WED 15 - 7 - 2020
Date: Jun 6, 2020
Source: The Daily Star
Diab warns protesters against plunging Lebanon into chaos
Hussein Dakroub| The Daily Star
BEIRUT: Prime Minister Hassan Diab Thursday cautioned protesters that they would plunge Lebanon into chaos if they resorted to blocking roads, clashing with security forces or vandalizing public and private properties during a massive anti-government demonstration they planned over the weekend.

Diab issued the warning during a Cabinet session that extended the nationwide lockdown for another four weeks as part of attempts to curb the spread of the coronavirus pandemic.

The Cabinet, which met under President Michel Aoun at Baabda Palace, approved a recommendation by the Higher Defense Council to extend the state of general mobilization from June 8 until to July 5, Information Minister Manal Abdel-Samad told reporters after the session.

It is the sixth extension of the general mobilization measures that have been in force since March 15 to contain the spread of virus that has so far infected 1,306 people and claimed the lives of 28.

The Higher Defense Council’s spokesperson said the measures should remain in place given the “imminent danger” the virus posed to Lebanon. “The [preventive] measures are still urgent to avert any second wave whose consequences will be difficult to treat,” he said.

The extension of the lockdown measures comes as activists from various civil society groups, as well as supporters of Christian parties opposed to the government, are planning to stage a mass demonstration in Martyrs’ Square in Downtown Beirut at 3 p.m. Saturday to protest against the deteriorating economic and living conditions and denounce the country’s’ entrenched political leaders.

Posters circulating on social media by some activists said Saturday’s demonstration would be a revival of the Oct. 17, 2019, popular uprising, which has largely lost momentum since March by the spread of the coronavirus and the government’s subsequent preventive lockdown measures that banned all kinds of public gatherings.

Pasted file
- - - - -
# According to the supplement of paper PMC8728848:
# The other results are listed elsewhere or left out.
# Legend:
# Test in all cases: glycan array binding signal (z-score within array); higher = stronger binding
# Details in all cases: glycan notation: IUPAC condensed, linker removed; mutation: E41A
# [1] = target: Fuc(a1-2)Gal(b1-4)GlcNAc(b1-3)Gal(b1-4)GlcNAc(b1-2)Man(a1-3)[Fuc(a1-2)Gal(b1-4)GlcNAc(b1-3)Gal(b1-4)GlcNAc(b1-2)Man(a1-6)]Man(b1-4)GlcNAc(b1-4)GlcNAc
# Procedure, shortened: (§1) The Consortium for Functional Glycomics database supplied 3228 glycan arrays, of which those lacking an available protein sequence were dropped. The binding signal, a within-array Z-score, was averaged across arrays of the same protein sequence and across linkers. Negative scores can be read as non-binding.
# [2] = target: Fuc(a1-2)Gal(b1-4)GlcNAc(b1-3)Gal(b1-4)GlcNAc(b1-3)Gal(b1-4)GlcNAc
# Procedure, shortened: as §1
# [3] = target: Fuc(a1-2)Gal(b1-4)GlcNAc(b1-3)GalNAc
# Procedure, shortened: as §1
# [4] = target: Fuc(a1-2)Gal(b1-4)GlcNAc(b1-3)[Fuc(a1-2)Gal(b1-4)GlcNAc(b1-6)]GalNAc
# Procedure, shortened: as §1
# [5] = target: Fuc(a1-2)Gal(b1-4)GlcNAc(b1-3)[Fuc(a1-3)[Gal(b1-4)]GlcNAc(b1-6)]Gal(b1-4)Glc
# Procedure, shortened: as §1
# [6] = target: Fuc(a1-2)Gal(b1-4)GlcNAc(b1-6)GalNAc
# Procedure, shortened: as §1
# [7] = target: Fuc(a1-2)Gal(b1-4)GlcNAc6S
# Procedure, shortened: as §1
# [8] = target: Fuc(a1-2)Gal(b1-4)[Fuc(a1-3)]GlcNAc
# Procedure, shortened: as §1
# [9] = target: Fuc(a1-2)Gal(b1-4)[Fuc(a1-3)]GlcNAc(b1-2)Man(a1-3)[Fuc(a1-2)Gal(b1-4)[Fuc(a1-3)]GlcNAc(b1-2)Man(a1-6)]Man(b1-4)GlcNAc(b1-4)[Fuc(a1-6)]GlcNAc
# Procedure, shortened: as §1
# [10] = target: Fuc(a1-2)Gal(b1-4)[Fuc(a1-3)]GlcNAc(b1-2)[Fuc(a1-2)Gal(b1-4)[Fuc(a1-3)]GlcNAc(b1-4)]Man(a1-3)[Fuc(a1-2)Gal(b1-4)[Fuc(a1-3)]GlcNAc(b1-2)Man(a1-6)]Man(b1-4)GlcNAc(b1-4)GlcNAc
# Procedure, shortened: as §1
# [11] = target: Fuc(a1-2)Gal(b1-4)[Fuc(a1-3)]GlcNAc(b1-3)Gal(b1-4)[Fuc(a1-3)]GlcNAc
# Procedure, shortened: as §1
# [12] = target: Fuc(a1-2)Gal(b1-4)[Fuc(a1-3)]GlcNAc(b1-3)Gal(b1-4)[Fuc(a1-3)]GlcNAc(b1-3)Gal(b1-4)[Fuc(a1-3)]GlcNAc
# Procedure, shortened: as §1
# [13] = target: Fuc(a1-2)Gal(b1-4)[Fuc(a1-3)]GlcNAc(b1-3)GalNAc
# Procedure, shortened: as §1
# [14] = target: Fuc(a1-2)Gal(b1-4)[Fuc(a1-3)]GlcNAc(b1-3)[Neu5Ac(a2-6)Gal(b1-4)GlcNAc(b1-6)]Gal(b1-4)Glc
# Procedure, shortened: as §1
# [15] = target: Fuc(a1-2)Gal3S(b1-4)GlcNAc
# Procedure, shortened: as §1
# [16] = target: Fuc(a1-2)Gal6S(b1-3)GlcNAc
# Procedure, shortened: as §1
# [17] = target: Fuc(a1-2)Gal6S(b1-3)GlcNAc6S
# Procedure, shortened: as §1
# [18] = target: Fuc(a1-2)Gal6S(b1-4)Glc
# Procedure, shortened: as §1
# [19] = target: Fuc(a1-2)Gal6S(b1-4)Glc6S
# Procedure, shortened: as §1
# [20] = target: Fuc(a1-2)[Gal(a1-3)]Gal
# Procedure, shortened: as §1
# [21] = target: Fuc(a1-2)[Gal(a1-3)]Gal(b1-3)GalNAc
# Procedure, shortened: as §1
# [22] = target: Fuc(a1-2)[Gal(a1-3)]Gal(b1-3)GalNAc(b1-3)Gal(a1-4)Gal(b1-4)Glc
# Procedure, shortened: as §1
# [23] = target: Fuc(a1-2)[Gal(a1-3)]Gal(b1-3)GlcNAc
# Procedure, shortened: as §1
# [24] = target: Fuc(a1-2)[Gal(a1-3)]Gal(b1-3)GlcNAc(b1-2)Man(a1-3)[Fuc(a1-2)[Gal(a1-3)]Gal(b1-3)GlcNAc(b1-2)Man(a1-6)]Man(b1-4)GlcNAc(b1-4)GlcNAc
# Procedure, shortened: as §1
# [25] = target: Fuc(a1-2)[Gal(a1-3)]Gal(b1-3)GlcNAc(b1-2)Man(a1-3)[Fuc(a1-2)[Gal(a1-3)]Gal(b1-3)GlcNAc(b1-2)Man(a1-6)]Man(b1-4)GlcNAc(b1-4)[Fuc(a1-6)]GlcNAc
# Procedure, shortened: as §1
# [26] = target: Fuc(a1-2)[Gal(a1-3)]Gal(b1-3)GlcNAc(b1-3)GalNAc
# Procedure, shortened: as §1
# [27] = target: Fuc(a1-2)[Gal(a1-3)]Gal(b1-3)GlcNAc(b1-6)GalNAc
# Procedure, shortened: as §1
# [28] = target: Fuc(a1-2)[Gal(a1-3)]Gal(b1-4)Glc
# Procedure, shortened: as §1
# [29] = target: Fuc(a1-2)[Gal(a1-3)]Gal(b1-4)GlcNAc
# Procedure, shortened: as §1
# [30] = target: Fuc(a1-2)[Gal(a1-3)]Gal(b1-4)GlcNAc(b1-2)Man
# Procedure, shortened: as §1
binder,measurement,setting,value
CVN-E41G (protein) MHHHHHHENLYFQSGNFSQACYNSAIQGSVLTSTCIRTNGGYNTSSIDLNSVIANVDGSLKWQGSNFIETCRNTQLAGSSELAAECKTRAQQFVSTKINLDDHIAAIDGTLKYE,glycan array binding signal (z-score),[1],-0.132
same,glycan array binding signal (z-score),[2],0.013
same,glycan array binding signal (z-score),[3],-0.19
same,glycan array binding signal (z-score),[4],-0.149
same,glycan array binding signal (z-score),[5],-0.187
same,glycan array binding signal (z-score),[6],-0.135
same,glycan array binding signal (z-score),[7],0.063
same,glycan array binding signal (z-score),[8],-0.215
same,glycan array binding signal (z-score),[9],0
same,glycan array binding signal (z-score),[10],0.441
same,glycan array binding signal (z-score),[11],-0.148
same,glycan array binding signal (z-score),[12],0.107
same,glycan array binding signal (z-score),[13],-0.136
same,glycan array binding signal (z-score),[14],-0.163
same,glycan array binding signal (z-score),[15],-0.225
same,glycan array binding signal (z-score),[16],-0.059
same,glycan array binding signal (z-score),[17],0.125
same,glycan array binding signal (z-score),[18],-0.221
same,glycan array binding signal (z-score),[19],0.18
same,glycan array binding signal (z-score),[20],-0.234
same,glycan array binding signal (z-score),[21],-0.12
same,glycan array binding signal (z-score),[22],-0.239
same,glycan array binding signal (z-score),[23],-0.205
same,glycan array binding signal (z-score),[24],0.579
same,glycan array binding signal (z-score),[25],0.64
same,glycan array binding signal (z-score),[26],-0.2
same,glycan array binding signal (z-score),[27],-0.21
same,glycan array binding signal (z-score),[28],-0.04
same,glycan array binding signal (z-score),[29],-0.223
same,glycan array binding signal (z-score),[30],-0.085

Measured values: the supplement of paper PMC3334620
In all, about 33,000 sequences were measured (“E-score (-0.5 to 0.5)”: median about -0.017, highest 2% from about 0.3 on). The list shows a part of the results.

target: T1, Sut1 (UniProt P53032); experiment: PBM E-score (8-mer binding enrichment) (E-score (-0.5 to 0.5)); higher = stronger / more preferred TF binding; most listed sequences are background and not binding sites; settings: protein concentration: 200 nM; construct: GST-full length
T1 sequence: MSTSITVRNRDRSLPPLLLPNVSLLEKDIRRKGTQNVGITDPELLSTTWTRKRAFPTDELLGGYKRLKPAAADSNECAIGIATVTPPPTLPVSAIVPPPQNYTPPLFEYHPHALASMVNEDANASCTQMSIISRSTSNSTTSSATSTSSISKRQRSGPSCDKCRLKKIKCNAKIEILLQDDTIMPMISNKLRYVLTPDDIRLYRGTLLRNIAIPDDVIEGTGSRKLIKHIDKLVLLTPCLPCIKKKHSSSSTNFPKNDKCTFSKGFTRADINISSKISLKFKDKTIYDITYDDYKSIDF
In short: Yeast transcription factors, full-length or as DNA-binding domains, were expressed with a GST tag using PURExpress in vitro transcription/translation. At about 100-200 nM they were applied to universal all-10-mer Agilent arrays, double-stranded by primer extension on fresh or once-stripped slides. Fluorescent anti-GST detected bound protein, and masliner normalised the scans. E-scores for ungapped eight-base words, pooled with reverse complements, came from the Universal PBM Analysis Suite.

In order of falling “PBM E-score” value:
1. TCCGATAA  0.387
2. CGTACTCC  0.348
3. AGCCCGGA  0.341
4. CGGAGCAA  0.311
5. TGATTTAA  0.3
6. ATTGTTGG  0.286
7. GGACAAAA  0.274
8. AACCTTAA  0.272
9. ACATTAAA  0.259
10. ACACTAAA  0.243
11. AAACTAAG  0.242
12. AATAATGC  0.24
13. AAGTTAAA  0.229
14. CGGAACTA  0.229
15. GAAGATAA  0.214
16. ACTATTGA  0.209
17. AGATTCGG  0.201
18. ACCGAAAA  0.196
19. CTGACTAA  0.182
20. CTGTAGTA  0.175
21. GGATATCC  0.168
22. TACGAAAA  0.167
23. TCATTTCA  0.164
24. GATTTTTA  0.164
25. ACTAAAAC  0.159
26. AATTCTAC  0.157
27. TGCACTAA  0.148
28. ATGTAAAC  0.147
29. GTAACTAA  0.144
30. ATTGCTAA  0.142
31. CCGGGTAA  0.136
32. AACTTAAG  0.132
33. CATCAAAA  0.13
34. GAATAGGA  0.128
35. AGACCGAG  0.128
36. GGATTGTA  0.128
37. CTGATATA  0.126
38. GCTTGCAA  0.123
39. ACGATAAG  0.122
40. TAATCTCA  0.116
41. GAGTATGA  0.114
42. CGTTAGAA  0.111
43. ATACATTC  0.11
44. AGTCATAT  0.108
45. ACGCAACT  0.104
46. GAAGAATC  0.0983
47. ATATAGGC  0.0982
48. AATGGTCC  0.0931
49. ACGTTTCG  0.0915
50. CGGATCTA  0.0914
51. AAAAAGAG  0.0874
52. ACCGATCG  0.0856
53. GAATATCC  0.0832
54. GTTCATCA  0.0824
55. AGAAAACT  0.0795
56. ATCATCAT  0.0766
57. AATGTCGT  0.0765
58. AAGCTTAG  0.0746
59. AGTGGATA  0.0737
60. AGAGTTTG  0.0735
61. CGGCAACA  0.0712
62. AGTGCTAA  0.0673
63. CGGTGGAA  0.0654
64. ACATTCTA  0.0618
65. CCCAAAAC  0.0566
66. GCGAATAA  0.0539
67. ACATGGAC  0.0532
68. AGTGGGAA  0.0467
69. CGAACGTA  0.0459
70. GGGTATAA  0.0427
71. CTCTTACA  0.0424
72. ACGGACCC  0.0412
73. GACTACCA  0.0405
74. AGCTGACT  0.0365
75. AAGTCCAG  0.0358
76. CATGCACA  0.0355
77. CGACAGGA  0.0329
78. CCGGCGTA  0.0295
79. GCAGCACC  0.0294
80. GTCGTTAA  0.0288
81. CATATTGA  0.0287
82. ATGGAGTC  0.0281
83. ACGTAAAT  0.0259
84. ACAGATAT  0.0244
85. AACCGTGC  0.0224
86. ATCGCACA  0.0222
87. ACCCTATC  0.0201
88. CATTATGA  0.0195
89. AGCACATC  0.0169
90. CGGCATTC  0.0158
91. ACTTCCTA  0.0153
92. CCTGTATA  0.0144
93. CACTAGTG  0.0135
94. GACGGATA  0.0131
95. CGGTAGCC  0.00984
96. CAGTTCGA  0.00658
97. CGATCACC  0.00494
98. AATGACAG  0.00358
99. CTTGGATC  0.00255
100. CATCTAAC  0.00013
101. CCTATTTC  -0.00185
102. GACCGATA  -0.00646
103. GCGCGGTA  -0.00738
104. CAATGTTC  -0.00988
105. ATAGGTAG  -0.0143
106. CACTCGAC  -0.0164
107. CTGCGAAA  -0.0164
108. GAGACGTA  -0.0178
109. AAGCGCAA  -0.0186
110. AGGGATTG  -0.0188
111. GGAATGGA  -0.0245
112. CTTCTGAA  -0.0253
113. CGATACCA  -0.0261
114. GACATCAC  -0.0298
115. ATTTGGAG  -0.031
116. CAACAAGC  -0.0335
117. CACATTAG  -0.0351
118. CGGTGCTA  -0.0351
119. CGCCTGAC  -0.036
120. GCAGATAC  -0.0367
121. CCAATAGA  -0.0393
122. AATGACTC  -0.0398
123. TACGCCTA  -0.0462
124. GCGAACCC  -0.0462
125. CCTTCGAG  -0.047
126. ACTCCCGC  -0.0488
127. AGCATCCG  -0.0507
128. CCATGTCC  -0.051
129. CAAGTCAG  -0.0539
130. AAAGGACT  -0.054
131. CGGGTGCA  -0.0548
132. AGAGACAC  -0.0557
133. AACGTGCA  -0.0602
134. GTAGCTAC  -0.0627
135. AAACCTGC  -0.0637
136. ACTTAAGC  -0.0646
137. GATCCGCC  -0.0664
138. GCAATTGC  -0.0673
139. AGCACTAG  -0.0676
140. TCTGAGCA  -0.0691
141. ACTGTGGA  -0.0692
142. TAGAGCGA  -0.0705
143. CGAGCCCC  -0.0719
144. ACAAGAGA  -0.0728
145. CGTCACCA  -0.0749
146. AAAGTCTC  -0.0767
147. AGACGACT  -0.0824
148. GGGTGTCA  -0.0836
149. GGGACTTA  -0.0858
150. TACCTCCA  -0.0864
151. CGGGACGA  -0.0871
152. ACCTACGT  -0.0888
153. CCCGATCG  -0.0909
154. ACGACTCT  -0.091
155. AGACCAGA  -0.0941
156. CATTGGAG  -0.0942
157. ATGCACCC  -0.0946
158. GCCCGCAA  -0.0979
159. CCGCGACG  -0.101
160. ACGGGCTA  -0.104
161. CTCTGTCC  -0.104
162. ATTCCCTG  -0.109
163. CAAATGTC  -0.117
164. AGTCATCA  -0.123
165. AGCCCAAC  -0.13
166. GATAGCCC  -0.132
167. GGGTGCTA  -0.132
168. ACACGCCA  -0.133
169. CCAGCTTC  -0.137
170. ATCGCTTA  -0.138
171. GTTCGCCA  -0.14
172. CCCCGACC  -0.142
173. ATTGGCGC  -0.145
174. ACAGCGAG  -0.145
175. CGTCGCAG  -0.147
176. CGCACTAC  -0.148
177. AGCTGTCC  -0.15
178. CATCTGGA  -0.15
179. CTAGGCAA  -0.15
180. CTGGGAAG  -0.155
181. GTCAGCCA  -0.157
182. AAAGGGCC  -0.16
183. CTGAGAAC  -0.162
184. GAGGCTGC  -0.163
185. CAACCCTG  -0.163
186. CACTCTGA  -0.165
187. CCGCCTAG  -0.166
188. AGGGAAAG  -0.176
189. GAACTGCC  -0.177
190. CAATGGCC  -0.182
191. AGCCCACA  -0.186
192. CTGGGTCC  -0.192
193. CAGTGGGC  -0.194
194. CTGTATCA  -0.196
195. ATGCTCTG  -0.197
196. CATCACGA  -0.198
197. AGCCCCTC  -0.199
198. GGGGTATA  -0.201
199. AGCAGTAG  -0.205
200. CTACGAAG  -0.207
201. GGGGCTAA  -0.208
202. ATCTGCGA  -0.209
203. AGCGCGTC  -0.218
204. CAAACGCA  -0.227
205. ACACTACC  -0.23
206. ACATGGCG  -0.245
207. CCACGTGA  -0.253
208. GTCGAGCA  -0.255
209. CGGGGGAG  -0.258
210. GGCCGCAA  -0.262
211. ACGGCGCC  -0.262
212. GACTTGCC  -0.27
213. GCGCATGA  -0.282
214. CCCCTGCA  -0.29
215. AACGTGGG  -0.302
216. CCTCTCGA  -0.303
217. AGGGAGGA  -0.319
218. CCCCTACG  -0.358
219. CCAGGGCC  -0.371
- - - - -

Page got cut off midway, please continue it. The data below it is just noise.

Hundreds of thousands of Lebanese took to the streets across the country last October to demand, among other things, a change of the country’s decades-long confessional system and the ousting of the political elite they accuse of corruption, mismanagement and squandering of public funds.

Unlike previous street protests, Saturday’s planned demonstration might witness a new call by some protesters for Hezbollah to disarm and the implementation of U.N. Security Council Resolution 1559, which demanded the disarmament of all militias in Lebanon, including Hezbollah.

Commenting on Saturday’s demonstration, Abdel-Samad quoted Diab as saying during the Cabinet session: “We understand the outcry of the people who are feeling the burden of the social situation. But there is fear there might be attempts to exploit this outcry for political purposes and the people’s demands turning into a means that again causes a return to blocking roads, paralyzing the country, closing institutions, disrupting the people’s work, and subsequently leading to the dismissal of employees and workers.”

“We are with the right of demonstration. But this right will transform into chaos if there is a return to blocking roads and vandalizing public and private property,” Diab said . “I don’t think that any of the Lebanese accepts these practices, which don’t resemble democratic expression.”

Diab, according to Abdel-Samad, cited conditions for people being allowed to protest. These are: Wearing masks, no blocking roads, no vandalizing public or private property, no clashing with the Army and security forces, and no clashing with people who want to go about their daily lives.